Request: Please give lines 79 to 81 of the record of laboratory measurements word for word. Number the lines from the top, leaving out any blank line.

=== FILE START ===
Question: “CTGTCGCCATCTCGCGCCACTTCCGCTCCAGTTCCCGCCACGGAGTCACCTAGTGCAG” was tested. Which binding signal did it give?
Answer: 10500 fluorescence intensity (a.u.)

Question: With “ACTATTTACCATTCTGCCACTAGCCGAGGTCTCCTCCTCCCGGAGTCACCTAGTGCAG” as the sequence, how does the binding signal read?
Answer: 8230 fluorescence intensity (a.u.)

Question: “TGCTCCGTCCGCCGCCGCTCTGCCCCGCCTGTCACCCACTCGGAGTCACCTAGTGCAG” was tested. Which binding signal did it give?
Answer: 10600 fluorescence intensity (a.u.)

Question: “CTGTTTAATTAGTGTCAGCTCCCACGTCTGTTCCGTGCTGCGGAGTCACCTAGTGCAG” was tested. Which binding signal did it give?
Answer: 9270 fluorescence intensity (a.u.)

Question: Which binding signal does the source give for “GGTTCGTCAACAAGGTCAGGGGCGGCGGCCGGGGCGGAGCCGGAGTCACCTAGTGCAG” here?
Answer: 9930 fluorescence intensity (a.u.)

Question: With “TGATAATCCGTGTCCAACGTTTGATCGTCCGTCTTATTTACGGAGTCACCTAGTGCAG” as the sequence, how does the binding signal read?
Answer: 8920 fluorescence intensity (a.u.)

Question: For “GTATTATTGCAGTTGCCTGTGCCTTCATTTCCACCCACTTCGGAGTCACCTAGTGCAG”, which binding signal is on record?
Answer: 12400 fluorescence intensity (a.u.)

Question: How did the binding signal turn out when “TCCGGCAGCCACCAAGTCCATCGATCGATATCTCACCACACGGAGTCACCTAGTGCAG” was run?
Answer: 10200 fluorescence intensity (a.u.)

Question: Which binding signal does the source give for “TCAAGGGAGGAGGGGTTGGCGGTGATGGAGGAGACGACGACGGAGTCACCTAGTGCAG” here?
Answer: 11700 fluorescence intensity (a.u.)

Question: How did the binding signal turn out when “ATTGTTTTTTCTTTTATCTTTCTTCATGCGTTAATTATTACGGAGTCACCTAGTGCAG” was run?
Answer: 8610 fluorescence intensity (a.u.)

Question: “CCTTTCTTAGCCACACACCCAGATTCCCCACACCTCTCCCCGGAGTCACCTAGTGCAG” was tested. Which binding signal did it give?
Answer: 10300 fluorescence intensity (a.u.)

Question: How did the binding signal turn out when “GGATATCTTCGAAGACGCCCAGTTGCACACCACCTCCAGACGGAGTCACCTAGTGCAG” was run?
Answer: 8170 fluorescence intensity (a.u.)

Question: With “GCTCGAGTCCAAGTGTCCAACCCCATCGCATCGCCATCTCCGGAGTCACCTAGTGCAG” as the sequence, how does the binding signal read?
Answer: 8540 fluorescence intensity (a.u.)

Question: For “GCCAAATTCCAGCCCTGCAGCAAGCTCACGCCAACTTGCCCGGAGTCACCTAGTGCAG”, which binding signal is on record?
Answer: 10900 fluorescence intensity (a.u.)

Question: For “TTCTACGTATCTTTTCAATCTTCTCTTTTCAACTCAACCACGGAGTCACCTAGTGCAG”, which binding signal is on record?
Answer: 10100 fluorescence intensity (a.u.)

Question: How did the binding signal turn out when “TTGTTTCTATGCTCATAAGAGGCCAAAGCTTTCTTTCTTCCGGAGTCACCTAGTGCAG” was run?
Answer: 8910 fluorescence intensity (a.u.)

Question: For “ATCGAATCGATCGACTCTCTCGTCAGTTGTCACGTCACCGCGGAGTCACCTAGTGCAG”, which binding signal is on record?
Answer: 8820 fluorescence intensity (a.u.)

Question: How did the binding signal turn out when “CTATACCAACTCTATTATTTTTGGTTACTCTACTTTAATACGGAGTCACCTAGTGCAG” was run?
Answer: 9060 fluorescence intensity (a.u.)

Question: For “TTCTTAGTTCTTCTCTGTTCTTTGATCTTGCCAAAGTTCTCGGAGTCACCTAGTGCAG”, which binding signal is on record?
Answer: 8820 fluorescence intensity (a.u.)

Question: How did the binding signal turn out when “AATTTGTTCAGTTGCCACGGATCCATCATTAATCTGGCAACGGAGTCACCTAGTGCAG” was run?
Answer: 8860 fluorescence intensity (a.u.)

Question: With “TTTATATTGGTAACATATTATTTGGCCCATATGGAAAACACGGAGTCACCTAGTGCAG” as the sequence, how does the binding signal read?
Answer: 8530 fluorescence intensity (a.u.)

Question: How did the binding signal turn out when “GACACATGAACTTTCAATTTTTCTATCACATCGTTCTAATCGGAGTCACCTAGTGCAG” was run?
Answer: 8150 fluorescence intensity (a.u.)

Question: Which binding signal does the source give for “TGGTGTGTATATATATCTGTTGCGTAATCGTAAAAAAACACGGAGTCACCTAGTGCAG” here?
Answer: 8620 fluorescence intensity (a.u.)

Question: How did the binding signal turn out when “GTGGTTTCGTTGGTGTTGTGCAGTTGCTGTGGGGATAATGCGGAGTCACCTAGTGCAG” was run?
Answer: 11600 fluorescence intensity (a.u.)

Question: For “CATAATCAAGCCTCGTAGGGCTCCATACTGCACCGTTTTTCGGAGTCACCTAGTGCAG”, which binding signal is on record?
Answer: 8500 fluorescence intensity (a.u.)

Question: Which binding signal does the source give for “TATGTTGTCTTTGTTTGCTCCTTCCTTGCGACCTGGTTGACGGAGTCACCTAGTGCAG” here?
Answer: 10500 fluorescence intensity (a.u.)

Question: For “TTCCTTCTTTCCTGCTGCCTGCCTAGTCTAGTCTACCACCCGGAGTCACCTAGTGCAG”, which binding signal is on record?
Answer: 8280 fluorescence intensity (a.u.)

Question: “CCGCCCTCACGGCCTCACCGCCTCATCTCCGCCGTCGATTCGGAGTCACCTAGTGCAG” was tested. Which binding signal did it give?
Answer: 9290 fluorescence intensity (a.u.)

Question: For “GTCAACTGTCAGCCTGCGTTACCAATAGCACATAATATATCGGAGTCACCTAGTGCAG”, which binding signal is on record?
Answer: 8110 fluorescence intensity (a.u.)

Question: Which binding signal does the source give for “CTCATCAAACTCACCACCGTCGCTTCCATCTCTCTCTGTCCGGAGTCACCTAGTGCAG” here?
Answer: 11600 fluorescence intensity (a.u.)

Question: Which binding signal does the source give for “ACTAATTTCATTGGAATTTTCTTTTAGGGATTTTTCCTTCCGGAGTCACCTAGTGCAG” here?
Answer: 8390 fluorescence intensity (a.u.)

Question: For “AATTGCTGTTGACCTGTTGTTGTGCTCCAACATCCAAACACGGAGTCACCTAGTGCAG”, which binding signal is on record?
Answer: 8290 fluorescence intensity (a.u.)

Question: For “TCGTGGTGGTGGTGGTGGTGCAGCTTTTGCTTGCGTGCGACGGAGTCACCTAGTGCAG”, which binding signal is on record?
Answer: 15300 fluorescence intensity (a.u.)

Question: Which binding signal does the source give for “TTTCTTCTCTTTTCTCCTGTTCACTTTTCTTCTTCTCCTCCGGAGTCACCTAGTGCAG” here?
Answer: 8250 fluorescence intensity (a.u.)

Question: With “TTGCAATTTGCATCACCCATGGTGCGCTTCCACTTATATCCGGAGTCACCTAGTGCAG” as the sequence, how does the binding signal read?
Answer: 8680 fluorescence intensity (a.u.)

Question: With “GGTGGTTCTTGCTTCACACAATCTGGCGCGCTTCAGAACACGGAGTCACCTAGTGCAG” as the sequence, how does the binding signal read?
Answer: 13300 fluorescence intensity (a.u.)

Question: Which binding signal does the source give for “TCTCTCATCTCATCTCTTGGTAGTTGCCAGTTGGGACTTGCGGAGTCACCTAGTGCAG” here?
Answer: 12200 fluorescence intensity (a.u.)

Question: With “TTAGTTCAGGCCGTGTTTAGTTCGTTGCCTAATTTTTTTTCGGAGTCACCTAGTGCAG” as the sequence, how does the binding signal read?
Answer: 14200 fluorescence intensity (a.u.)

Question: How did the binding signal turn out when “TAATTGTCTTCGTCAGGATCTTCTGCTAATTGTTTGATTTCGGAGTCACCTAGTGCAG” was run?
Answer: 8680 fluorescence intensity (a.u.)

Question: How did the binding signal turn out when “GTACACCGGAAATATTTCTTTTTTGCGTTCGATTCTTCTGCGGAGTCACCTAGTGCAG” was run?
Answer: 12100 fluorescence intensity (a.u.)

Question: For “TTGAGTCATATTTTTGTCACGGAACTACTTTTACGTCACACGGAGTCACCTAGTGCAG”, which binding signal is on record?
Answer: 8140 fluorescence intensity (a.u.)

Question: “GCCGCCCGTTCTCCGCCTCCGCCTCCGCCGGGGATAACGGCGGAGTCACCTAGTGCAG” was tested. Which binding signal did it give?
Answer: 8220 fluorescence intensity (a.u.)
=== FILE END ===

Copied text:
Question: How did the binding signal turn out when “GTACACCGGAAATATTTCTTTTTTGCGTTCGATTCTTCTGCGGAGTCACCTAGTGCAG” was run?
Answer: 12100 fluorescence intensity (a.u.)

Question: For “TTGAGTCATATTTTTGTCACGGAACTACTTTTACGTCACACGGAGTCACCTAGTGCAG”, which binding signal is on record?